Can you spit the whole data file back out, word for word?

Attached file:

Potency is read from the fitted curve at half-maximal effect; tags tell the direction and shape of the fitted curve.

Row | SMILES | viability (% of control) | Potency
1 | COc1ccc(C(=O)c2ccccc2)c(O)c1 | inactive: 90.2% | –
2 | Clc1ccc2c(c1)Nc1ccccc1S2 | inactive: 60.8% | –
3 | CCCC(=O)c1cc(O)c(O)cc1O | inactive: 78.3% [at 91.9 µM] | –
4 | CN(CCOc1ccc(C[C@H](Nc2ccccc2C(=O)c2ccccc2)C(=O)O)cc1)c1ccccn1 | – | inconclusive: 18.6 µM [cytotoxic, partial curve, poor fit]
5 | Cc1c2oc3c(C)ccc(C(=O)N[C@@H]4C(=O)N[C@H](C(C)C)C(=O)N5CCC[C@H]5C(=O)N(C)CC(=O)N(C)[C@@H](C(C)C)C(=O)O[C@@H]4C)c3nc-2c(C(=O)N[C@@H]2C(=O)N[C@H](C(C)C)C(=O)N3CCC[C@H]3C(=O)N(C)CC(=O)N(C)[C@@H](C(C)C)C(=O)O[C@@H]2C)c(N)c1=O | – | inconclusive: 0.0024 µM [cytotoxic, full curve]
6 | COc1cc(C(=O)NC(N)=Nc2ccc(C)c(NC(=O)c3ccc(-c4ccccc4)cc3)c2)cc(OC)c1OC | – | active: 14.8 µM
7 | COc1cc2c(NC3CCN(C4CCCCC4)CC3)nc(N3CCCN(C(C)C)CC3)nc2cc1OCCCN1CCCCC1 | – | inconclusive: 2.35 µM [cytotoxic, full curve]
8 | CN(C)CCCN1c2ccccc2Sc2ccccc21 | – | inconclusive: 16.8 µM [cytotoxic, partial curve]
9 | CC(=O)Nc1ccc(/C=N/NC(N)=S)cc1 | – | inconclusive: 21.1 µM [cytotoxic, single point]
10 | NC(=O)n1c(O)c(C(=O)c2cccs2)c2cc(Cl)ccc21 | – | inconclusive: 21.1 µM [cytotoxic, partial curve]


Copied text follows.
Potency is read from the fitted curve at half-maximal effect; tags tell the direction and shape of the fitted curve.

Row | SMILES | viability (% of control) | Potency
1 | COc1ccc(C(=O)c2ccccc2)c(O)c1 | inactive: 90.2% | –
2 | Clc1ccc2c(c1)Nc1ccccc1S2 | inactive: 60.8% | –
3 | CCCC(=O)c1cc(O)c(O)cc1O | inactive: 78.3% [at 91.9 µM] | –
4 | CN(CCOc1ccc(C[C@H](Nc2ccccc2C(=O)c2ccccc2)C(=O)O)cc1)c1ccccn1 | – | inconclusive: 18.6 µM [cytotoxic, partial curve, poor fit]
5 | Cc1c2oc3c(C)ccc(C(=O)N[C@@H]4C(=O)N[C@H](C(C)C)C(=O)N5CCC[C@H]5C(=O)N(C)CC(=O)N(C)[C@@H](C(C)C)C(=O)O[C@@H]4C)c3nc-2c(C(=O)N[C@@H]2C(=O)N[C@H](C(C)C)C(=O)N3CCC[C@H]3C(=O)N(C)CC(=O)N(C)[C@@H](C(C)C)C(=O)O[C@@H]2C)c(N)c1=O | – | inconclusive: 0.0024 µM [cytotoxic, full curve]
6 | COc1cc(C(=O)NC(N)=Nc2ccc(C)c(NC(=O)c3ccc(-c4ccccc4)cc3)c2)cc(OC)c1OC | – | active: 14.8 µM
7 | COc1cc2c(NC3CCN(C4CCCCC4)CC3)nc(N3CCCN(C(C)C)CC3)nc2cc1OCCCN1CCCCC1 | – | inconclusive: 2.35 µM [cytotoxic, full curve]
8 | CN(C)CCCN1c2ccccc2Sc2ccccc21 | – | inconclusive: 16.8 µM [cytotoxic, partial curve]
9 | CC(=O)Nc1ccc(/C=N/NC(N)=S)cc1 | – | inconclusive: 21.1 µM [cytotoxic, single point]
10 | NC(=O)n1c(O)c(C(=O)c2cccs2)c2cc(Cl)ccc21 | – | inconclusive: 21.1 µM [cytotoxic, partial curve]